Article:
News / Health

    AIDS Conference Urges Focus on Women, Children

    A member of the audience looks at slides projected on huge video screens during the XIX International AIDS Conference in Washington D.C., July 25, 2012.
    A member of the audience looks at slides projected on huge video screens during the XIX International AIDS Conference in Washington D.C., July 25, 2012.
    New appeals are going out to ramp up support for women and children in the fight against AIDS.

    The streets of Ghana are among the many front lines in the battle against HIV - the virus that causes AIDS.

    Health care centers there do testing and provide other services to prevent the spread of the deadly disease.

    But in Washington D.C. at the International AIDS Conference, Dr. Chewe Luo with the United Nations Children's Fund (UNICEF), said it is not enough to focus on adults.

    "We have to, and we must, focus on adolescents and make sure that adolescents have access to high-impact interventions," said Luo.

    Luo said too many of the treatment programs are ignoring teenagers - a group at high risk for contracting HIV.  And she warned, without more support for teens, efforts to protect mothers and children from infections will not be able to keep up.

    "If we don't protect the second decade of life, all that investment will yield nothing," Luo said.

    But new help for women may soon be on the way.

    Dr. Carl Dieffenbach with the U.S. National Institutes of Health announced Tuesday the start of a new study on a vaginal ring to give women longer-term protection.

    "Because this product is designed to be replaced once a month, it offers potential to increase the chances that women will continually use the product as opposed to a product that has to be applied in a behaviorally dependent prior to sex way or on a daily basis," he said.

    About 3,500 African women have signed up to take part in the study.

    Jeff Seldin

    Jeff works out of VOA’s Washington headquarters and is national security correspondent. You can follow Jeff on Twitter at @jseldin or on Google Plus.

    You May Like

    Pentagon: Afghan Hospital Bombing Not a War Crime

    US Central Command's Joseph Votel says probe found tragedy was result of 'extraordinarily intense situation' that included multiple equipment failures

    US Minorities Link Guns with Other Social Ills

    New study finds reduction in gun violence could help lower America’s incarceration rate – the world’s highest - and improve relationships between police, citizens in minority communities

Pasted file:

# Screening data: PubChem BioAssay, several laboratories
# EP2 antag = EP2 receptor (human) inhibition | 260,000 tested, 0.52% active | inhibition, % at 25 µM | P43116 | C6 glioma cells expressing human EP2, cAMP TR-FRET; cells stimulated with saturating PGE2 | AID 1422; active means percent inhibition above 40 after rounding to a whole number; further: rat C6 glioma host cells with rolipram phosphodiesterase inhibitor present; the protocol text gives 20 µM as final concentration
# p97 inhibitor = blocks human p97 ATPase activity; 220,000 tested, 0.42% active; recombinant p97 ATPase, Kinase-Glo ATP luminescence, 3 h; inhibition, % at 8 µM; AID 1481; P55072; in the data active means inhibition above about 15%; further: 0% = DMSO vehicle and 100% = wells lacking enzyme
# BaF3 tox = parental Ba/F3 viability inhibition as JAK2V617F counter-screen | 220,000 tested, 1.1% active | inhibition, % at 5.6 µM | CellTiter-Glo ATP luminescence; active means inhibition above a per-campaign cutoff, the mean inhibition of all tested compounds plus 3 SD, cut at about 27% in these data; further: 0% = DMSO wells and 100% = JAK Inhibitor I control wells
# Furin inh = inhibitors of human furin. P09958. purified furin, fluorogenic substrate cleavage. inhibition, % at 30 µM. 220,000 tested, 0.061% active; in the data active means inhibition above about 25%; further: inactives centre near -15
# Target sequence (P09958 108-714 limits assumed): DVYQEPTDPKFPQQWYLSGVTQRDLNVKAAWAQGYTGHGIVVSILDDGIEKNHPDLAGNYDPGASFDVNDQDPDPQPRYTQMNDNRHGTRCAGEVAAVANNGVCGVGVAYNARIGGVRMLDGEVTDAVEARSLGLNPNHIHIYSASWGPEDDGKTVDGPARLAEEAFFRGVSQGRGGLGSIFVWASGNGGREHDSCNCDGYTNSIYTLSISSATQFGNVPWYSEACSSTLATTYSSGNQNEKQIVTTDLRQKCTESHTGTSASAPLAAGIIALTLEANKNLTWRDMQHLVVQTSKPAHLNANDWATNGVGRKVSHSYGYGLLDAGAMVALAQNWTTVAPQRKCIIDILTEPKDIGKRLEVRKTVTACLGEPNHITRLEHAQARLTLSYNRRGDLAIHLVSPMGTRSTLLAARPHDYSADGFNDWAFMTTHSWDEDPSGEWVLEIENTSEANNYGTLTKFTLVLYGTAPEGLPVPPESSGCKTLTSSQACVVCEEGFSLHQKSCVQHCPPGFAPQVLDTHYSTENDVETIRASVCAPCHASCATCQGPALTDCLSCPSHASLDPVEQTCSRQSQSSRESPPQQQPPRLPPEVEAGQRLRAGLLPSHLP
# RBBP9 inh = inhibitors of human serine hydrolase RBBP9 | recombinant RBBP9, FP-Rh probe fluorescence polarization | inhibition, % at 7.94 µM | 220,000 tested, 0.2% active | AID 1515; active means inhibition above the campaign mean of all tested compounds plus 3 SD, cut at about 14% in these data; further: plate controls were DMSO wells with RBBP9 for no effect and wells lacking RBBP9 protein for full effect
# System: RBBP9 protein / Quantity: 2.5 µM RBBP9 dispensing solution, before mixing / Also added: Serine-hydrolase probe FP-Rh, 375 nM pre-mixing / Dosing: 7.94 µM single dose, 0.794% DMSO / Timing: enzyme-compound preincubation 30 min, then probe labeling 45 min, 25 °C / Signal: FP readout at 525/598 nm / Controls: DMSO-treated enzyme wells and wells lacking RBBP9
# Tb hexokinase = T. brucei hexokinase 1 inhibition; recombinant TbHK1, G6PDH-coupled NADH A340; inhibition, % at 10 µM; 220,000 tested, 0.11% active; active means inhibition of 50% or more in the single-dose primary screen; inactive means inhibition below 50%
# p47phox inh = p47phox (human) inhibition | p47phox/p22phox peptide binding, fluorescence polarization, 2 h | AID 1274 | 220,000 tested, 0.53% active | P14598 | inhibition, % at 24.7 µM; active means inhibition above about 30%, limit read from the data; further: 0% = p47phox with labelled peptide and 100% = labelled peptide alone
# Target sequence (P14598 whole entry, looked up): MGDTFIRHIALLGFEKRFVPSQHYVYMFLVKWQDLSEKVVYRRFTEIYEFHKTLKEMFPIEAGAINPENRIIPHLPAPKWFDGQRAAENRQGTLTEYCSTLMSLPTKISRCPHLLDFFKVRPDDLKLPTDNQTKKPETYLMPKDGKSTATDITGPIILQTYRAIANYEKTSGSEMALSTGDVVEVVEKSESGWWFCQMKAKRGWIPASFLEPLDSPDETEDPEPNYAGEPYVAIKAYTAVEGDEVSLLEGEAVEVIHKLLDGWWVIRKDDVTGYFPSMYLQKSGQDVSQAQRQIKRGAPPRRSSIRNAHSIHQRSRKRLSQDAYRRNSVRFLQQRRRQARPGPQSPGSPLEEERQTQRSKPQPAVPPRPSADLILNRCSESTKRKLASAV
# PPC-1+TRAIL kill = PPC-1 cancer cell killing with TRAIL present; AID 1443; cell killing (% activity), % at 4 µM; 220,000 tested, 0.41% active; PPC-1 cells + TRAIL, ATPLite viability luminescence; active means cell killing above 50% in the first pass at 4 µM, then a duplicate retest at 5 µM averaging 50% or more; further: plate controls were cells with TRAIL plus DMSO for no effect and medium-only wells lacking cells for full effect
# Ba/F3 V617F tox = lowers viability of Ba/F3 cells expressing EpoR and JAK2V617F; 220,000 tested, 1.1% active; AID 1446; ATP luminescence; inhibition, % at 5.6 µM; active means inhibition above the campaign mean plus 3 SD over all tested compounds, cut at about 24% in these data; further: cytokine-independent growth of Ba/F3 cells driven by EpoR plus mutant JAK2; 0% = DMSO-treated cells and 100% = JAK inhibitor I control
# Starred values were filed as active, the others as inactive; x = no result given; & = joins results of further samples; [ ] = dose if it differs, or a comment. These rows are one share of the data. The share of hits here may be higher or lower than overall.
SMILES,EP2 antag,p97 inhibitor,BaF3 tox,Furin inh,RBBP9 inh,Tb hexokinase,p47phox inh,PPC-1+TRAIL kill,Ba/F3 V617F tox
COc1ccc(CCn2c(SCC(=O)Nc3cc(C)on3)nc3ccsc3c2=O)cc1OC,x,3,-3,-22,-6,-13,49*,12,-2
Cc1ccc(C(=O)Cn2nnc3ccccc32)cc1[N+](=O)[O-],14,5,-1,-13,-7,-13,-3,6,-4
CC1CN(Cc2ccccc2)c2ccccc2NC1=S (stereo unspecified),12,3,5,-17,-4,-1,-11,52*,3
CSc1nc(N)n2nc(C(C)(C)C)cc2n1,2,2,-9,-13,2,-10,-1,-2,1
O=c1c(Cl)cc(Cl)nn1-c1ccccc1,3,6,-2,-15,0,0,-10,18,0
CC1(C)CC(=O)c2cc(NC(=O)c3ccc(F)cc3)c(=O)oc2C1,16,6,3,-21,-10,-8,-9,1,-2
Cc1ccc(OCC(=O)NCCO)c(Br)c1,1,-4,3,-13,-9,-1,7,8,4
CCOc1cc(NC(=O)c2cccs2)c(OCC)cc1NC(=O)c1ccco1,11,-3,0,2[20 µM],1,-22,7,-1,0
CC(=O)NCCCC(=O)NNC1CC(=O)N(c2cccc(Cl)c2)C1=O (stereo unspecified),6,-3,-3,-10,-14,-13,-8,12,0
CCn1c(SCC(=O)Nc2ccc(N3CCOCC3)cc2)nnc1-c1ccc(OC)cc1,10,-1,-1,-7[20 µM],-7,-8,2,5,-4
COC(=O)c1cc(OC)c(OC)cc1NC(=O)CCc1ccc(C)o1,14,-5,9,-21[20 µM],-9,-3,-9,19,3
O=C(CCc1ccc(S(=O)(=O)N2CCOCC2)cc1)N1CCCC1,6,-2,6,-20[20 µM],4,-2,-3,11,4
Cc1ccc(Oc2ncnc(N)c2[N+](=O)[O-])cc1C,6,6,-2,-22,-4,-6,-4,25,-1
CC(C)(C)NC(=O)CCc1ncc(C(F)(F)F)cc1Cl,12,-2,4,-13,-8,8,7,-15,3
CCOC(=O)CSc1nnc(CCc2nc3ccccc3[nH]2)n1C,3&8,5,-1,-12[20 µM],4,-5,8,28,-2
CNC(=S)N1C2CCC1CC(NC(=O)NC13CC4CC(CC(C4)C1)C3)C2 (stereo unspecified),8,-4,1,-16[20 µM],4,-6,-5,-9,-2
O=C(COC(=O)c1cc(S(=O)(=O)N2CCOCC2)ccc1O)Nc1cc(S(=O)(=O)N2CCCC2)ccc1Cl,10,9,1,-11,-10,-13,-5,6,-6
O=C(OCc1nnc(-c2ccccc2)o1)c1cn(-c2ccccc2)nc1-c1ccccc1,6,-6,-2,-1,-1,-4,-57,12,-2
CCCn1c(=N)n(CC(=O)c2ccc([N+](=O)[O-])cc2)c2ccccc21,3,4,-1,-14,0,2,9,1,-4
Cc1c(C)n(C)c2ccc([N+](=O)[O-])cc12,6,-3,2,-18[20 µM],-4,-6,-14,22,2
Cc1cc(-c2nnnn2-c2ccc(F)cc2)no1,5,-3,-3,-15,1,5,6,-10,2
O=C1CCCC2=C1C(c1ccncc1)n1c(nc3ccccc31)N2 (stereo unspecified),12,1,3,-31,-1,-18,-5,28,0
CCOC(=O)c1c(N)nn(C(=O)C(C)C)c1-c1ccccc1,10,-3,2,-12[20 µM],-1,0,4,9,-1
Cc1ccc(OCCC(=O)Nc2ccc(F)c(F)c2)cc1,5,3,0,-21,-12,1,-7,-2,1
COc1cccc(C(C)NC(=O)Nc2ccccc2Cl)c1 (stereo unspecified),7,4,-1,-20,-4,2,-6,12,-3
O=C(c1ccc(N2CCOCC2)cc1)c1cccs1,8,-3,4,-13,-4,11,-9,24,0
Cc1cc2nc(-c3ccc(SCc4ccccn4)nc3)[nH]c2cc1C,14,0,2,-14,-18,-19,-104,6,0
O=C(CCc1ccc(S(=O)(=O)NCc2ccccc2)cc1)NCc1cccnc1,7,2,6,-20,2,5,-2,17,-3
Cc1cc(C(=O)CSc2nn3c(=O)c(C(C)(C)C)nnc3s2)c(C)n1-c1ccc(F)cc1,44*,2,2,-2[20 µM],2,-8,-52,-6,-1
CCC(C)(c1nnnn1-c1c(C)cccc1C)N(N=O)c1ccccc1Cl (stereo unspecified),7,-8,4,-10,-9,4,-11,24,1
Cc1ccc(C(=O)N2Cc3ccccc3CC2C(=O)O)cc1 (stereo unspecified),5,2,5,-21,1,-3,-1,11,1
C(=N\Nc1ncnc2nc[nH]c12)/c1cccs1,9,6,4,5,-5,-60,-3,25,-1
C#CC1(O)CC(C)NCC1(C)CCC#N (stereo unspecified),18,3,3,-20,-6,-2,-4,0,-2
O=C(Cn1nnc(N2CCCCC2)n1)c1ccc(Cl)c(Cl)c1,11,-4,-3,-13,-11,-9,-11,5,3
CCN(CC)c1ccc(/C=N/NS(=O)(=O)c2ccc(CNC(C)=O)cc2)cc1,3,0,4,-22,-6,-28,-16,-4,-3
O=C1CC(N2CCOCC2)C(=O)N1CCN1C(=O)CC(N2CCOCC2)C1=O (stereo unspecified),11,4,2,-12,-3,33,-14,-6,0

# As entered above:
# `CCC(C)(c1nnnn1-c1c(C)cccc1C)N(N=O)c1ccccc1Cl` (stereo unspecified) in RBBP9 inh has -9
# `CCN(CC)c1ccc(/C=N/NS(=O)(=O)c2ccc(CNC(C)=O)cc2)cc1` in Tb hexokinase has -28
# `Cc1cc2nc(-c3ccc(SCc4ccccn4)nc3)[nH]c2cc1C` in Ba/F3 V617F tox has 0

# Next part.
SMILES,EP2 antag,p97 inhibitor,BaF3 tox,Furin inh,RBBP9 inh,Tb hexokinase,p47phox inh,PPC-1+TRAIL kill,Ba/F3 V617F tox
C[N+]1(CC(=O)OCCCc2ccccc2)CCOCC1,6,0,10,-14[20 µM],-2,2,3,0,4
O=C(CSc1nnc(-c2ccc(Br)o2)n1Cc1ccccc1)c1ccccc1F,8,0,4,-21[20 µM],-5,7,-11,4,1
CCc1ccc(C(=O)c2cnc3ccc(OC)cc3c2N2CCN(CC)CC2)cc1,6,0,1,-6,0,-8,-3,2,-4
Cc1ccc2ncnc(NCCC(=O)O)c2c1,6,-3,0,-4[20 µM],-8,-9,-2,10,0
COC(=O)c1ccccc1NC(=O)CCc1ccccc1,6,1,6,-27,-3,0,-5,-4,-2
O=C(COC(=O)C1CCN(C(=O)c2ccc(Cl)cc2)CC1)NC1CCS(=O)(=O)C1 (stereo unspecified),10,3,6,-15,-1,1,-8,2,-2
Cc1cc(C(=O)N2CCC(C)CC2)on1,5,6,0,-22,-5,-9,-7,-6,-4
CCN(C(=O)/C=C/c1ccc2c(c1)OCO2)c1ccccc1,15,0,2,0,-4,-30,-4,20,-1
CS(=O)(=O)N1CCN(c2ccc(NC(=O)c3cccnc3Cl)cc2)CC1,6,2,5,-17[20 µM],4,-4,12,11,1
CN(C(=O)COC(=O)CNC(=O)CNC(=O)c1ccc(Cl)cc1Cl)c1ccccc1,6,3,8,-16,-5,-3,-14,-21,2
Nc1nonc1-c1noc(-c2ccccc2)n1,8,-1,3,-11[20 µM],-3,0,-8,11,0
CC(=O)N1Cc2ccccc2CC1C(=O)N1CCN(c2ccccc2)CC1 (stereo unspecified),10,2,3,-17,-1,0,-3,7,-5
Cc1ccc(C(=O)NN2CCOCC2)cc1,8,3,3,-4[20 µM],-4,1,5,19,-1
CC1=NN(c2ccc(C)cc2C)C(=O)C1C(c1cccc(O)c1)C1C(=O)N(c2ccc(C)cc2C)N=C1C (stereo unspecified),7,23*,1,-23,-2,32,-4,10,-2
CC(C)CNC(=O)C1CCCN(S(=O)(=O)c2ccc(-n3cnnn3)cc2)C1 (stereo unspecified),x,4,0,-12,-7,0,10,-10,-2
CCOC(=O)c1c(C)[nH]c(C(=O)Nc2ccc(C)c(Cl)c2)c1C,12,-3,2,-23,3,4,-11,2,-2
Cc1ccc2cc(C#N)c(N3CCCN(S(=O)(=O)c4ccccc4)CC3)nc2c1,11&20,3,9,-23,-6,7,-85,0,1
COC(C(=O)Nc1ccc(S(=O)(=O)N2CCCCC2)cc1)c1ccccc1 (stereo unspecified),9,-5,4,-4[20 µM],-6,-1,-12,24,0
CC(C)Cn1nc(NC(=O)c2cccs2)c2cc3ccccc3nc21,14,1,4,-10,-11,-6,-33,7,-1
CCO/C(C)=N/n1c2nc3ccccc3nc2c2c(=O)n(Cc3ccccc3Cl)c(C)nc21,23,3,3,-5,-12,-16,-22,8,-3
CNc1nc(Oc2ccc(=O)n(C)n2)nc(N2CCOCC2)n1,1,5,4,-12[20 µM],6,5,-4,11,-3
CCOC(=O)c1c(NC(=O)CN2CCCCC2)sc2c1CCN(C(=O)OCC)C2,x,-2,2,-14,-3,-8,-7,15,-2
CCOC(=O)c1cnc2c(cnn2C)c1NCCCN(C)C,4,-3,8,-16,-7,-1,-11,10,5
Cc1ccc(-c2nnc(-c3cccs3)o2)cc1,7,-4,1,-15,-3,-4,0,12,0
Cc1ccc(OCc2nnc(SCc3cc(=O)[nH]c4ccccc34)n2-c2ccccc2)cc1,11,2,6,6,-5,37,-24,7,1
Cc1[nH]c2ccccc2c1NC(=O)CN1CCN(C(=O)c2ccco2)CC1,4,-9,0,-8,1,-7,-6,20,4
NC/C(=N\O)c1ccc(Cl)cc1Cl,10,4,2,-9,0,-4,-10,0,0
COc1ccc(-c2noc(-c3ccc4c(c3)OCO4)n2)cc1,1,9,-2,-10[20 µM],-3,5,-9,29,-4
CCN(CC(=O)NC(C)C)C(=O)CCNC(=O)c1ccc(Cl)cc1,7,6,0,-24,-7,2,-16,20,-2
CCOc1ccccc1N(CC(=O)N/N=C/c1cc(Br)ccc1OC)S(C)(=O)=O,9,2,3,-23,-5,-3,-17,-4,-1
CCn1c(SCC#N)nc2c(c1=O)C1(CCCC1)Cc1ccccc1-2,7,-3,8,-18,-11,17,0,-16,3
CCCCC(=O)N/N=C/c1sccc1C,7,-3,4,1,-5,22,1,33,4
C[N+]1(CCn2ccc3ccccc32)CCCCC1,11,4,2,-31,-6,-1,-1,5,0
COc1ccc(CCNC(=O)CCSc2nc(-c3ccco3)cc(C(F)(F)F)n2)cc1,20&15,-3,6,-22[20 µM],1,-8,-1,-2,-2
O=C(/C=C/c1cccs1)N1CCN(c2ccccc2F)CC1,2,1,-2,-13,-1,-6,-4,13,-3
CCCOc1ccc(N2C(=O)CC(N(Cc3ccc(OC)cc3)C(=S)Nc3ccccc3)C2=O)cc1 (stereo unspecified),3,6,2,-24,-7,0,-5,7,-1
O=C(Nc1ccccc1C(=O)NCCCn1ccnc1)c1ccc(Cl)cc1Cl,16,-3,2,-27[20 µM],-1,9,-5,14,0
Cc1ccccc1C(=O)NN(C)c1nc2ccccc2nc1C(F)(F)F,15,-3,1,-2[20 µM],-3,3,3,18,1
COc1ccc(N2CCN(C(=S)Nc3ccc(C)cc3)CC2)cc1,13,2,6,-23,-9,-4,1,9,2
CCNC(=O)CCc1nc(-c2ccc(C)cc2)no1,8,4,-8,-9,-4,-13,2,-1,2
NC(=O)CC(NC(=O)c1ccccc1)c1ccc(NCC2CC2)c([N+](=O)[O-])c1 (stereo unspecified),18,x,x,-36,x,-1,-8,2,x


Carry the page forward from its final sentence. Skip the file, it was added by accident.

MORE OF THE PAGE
US Millennials Beat Baby Boomers as Largest Living Generation

    America's young people are about to take over and here's what we can expect from them

    Featured Videos

    Your JavaScript is turned off or you have an old version of Adobe's Flash Player. Get the latest Flash player.
    Turkish Kurd Islamist Rally Stokes Tensionsi
    X
    April 29, 2016 12:28 AM
    In a sign of the rising power of Islamists in Turkey, more than 100,000 people recently gathered in Diyarbakir, the main city in Turkey’s predominantly Kurdish southeast, to mark the birthday of the Prophet Muhammad. The gathering highlighted tensions with the pro-secular Kurdish nationalist movement. Dorian Jones reports from Diyarbakir.
    Video

    Video Turkish Kurd Islamist Rally Stokes Tensions

    In a sign of the rising power of Islamists in Turkey, more than 100,000 people recently gathered in Diyarbakir, the main city in Turkey’s predominantly Kurdish southeast, to mark the birthday of the Prophet Muhammad. The gathering highlighted tensions with the pro-secular Kurdish nationalist movement. Dorian Jones reports from Diyarbakir.
    Video

    Video Pakistani School Helps Slum Kids

    Master Mohammad Ayub runs a makeshift school in a public park in Islamabad. Thousands of poor children have benefited from his services over the years, but, as VOA's Ayesha Tanzeem reports, roughly 25 million school-age youths don't get an education in Pakistan.